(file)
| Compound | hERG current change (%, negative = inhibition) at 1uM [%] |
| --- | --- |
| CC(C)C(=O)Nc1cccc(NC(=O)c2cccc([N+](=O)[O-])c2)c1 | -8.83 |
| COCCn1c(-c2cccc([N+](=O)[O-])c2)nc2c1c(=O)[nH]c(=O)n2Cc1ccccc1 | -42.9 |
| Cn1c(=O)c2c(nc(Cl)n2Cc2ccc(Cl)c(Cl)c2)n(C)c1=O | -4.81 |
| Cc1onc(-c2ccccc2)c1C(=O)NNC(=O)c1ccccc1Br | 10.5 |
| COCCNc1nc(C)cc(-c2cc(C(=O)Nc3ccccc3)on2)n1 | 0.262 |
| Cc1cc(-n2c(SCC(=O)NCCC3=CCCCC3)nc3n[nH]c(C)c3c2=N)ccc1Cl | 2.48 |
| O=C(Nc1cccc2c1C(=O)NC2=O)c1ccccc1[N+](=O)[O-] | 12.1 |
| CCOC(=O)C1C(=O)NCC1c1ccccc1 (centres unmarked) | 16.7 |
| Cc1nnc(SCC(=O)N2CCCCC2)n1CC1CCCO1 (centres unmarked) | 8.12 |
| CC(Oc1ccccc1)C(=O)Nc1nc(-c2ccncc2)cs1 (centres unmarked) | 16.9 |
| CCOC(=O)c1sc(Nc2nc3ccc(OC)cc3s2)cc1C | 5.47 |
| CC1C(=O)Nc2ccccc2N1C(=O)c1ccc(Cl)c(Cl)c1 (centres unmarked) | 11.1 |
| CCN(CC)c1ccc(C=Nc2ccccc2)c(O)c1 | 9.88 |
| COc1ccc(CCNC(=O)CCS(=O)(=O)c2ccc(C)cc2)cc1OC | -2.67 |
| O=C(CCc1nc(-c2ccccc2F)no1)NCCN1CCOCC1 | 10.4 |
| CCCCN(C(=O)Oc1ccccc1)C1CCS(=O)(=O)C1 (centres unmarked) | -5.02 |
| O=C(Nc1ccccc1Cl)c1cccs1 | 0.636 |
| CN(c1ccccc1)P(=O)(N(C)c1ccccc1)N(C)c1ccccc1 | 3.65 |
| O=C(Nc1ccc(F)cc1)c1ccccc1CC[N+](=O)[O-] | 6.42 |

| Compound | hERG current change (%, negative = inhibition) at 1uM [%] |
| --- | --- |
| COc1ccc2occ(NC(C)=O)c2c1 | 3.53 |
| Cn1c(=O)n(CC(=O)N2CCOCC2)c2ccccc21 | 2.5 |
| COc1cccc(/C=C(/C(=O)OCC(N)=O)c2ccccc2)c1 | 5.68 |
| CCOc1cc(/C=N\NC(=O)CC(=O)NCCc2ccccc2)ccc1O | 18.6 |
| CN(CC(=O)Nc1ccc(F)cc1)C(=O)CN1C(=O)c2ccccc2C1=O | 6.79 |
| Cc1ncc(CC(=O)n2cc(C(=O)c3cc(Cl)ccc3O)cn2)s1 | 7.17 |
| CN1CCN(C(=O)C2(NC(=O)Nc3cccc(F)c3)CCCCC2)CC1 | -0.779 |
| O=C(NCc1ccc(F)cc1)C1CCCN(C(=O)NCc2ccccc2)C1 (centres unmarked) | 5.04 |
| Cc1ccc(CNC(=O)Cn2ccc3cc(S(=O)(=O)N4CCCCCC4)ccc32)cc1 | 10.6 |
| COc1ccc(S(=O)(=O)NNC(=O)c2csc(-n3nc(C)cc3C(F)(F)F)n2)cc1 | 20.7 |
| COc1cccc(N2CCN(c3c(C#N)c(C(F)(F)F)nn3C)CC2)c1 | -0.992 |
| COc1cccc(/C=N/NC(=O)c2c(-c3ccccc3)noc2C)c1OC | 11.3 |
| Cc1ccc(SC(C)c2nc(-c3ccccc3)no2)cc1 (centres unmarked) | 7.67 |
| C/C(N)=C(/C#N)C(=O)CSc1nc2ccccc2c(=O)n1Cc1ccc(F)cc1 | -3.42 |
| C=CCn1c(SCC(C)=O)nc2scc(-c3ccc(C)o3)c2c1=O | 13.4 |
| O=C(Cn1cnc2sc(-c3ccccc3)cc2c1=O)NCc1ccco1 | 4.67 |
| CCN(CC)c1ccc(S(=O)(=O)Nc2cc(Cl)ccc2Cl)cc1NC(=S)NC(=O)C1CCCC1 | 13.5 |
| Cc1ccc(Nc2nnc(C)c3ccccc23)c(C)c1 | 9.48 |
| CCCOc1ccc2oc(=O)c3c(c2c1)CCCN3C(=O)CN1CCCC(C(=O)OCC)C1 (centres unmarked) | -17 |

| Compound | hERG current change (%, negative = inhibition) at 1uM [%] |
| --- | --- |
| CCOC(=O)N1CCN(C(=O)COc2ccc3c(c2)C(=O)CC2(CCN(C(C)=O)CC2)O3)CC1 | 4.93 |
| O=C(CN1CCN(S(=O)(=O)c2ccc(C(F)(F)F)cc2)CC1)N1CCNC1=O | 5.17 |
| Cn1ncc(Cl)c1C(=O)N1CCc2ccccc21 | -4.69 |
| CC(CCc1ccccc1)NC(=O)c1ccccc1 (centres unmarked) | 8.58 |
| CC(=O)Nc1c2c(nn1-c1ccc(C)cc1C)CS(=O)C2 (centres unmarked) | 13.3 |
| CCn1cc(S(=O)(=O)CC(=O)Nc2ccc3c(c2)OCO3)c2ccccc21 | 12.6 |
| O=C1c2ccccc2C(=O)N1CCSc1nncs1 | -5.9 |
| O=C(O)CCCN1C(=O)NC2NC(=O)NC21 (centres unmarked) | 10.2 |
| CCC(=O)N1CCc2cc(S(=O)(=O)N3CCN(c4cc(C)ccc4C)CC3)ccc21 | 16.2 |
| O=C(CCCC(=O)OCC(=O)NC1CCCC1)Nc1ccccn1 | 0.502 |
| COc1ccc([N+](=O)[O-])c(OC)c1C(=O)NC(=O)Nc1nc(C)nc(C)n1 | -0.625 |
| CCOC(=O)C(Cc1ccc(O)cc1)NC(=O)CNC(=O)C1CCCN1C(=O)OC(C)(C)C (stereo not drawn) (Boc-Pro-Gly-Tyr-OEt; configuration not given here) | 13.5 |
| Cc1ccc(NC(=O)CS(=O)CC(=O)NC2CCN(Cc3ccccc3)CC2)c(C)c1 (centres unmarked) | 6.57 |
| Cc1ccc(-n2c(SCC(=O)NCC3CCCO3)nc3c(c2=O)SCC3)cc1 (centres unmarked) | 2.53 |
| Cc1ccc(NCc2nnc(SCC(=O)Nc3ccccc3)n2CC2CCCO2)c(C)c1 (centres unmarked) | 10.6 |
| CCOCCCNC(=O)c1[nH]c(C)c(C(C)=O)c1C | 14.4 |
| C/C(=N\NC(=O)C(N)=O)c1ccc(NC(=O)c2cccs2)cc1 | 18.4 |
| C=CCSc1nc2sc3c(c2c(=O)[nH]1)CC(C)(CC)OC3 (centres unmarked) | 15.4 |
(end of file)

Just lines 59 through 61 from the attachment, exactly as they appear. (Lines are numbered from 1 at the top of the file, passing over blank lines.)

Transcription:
| Cc1ccc(NCc2nnc(SCC(=O)Nc3ccccc3)n2CC2CCCO2)c(C)c1 (centres unmarked) | 10.6 |
| CCOCCCNC(=O)c1[nH]c(C)c(C(C)=O)c1C | 14.4 |
| C/C(=N\NC(=O)C(N)=O)c1ccc(NC(=O)c2cccs2)cc1 | 18.4 |